As Scotland decides whether to let transgender people change their legal gender without a medical diagnosis, a U.N. LGBTQ+ rights expert has rejected suggestions that the step could pose a threat to the safety of women and girls.
If the Scottish Parliament passes the Gender Recognition Reform Bill in a vote due on Wednesday, Scotland would join a number of other countries including Ireland, Norway and Argentina that have adopted self-ID laws to make the process of changing one’s birth certificate less medicalised and invasive.
Despite the growing acceptance of self-identification, some women’s rights campaigners have voiced concern that it could be used by predatory men to gain access to same-sex spaces such as bathrooms, changing rooms or women’s prisons.
In November, Reem Alsalem, the U.N. Special Rapporteur for Violence against Women and Girls, shared a letter detailing similar concerns in relation to the Scottish proposals.
“This presents potential risks to the safety of women in all their diversity (including women born female, transwomen, and gender non-conforming women),” she wrote.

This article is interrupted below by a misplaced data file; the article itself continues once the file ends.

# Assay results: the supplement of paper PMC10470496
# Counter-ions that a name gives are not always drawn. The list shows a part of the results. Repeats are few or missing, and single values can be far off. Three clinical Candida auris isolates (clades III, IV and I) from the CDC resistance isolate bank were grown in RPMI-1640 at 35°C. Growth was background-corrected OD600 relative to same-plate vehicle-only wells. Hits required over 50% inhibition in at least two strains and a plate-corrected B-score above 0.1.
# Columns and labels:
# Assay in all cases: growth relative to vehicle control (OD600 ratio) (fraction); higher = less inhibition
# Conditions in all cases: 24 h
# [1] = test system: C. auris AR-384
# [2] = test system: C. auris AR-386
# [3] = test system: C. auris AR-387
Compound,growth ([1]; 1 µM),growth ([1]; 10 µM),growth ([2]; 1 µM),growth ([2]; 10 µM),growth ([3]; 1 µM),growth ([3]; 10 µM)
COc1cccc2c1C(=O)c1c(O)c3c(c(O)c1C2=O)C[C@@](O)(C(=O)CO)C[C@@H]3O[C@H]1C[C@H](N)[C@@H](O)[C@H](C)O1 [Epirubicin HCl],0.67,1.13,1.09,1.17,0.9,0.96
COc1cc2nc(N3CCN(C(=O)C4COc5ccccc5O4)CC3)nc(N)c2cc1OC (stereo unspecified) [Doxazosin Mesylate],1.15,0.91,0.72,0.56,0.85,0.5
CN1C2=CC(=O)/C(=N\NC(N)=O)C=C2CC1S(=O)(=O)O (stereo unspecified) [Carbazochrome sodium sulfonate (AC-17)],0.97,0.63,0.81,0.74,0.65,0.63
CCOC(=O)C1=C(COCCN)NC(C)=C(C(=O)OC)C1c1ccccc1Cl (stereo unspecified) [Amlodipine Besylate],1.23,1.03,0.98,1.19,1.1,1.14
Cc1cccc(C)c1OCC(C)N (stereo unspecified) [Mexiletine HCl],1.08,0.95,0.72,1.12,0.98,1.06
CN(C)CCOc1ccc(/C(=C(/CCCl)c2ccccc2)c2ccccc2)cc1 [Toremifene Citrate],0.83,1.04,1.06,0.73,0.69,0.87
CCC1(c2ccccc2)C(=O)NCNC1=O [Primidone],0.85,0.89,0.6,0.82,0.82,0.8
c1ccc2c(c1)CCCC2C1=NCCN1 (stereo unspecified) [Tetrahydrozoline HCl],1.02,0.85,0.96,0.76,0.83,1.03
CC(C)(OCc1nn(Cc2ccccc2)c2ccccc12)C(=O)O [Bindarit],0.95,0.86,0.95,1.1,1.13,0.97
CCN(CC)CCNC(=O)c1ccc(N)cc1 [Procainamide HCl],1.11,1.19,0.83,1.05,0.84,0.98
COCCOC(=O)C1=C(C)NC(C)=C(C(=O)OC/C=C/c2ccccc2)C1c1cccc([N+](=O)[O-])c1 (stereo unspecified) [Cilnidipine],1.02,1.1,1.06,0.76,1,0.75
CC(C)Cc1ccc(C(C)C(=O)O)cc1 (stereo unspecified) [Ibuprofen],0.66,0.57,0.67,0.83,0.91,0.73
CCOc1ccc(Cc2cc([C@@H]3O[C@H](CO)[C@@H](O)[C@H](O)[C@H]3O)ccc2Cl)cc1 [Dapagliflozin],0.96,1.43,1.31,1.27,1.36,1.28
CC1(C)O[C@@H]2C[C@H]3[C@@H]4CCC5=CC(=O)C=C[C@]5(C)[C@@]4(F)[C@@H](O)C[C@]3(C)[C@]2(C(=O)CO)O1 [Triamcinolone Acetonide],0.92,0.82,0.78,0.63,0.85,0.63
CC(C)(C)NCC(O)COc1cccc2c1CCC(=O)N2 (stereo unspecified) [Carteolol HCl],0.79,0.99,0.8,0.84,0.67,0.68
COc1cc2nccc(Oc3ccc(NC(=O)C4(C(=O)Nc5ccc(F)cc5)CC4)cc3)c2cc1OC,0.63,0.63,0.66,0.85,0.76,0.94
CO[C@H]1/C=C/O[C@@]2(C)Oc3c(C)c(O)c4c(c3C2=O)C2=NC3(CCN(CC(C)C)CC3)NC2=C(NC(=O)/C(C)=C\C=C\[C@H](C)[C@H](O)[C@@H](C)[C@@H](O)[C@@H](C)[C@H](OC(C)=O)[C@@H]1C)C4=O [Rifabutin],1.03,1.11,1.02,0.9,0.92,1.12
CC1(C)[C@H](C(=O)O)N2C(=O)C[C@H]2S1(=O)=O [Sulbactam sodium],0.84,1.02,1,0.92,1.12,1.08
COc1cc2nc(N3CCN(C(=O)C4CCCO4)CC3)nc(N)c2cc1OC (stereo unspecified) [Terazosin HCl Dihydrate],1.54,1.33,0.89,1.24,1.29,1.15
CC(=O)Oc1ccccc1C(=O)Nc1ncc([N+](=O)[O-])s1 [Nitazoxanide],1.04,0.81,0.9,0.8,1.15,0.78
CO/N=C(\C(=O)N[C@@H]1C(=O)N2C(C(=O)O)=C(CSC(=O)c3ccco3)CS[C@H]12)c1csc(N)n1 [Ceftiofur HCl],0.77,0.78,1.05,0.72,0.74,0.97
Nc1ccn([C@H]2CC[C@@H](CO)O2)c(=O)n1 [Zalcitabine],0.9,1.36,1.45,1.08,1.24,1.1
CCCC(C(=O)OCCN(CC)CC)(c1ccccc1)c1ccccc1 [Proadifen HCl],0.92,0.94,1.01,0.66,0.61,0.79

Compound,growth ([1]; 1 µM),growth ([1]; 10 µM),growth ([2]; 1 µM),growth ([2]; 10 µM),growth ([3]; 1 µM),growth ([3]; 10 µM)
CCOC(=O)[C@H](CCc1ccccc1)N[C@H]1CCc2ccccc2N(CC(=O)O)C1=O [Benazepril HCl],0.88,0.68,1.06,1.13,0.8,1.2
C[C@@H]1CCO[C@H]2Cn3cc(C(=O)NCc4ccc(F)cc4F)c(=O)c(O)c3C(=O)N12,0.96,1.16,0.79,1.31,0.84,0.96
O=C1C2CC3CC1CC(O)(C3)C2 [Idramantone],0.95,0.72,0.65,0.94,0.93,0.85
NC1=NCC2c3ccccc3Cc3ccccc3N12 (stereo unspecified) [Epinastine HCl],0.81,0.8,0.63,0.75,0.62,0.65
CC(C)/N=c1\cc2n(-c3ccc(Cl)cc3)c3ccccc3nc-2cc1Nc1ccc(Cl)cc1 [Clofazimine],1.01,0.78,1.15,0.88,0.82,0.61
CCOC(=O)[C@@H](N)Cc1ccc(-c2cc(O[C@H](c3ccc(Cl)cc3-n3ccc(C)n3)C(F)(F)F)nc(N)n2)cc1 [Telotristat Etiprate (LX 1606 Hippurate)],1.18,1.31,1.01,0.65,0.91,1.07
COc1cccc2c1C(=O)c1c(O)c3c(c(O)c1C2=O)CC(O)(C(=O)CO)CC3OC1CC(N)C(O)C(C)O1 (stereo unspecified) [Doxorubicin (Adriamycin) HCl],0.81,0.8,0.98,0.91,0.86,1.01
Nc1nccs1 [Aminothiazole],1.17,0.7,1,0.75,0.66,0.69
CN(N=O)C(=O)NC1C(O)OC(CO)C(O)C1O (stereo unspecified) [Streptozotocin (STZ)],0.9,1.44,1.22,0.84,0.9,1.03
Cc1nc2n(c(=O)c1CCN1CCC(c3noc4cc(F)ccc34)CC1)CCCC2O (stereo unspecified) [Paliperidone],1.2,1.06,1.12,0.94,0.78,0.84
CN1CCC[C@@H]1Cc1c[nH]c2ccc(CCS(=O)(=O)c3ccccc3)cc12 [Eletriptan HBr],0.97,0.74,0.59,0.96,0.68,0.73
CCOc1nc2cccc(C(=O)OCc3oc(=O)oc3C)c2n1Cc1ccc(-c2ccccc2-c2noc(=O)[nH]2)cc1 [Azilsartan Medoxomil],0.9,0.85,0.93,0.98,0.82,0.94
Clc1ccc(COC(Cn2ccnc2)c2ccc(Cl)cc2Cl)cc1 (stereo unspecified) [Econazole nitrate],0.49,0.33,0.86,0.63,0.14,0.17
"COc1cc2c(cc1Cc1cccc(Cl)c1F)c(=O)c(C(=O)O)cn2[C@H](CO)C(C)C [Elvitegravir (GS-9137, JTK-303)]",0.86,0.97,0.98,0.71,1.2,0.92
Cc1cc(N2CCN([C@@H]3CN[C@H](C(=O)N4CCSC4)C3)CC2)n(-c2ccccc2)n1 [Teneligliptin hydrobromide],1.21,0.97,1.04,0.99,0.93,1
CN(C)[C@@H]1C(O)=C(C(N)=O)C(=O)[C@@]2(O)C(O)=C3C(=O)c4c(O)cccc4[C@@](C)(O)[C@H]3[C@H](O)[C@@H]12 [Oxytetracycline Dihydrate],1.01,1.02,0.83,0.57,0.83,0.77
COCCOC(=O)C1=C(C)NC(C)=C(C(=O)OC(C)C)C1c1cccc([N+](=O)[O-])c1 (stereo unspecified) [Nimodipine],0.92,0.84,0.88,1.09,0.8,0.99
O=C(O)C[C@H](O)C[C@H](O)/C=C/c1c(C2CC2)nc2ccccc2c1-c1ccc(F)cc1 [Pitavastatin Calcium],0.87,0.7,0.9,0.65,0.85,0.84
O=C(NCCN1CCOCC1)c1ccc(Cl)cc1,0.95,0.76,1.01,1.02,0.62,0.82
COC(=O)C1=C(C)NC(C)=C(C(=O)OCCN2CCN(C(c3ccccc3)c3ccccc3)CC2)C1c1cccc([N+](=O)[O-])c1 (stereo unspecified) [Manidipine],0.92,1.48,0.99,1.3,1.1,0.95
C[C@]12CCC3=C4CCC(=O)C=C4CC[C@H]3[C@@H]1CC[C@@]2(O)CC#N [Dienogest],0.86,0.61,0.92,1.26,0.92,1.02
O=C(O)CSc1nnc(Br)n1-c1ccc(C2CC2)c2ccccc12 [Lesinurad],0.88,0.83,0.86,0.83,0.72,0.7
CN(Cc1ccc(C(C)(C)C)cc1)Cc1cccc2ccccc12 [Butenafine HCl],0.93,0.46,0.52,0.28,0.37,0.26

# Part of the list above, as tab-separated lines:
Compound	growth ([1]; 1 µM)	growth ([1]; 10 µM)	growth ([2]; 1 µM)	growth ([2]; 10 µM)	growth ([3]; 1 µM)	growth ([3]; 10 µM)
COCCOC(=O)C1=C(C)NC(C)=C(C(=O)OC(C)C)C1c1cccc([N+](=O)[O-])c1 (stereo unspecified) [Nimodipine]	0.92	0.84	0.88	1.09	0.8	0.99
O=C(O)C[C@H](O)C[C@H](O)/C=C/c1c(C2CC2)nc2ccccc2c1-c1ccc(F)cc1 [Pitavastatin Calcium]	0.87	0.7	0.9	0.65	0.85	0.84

But Victor Madrigal-Borloz, the U.N. independent expert on sexual orientation and gender identity, said there was no evidence to support a link between self-ID and sexual abuse against women.
“At the moment, 350 million people live in systems of legal recognition based on self-determination, and there is not, to my knowledge, one single administrative or judicial finding that this system is actually abused by predatory males,” Madrigal-Borloz told Openly.
“The existence of trans women and the very real risk of gender- and sex-based violence are both valid concerns, but it’s not valid to conflate them in the way parts of the public debate are trying to,” he added.
A report issued by the Scottish Human Rights Commission earlier this year said it could not “identify any objectively evidenced real and concrete harm that is likely to result from the reforms”.
Under the Gender Recognition Reform Bill, anyone over 18 who has been living in their gender identity for three months would be able to apply for a gender recognition certificate. Those aged 16-17 would be allowed to do so after six months.
Currently, trans Scots need a medical diagnosis of gender dysphoria and must live in their gender identity for two years before gaining official recognition. Under-18s are not allowed to change their legal gender today.
LGBTQ+ organisations and activists say the proposed reforms will help protect trans people and improve their quality of life.
Madrigal-Borloz, who delivered a testimony in support of the bill to the parliament’s equality and human rights committee on Monday, said the legislative change was “a very cherished goal for the LGBTQ+ community”.
“It brings trans persons a step closer to the acknowledgement that their existence is not disordered or sick in any way,” Madrigal-Borloz added.
Reporting by Lucy Middleton; Editing by Helen Popper
GAY TIMES and Openly/Thomson Reuters Foundation are working together to deliver leading LGBTQ+ news to a global audience.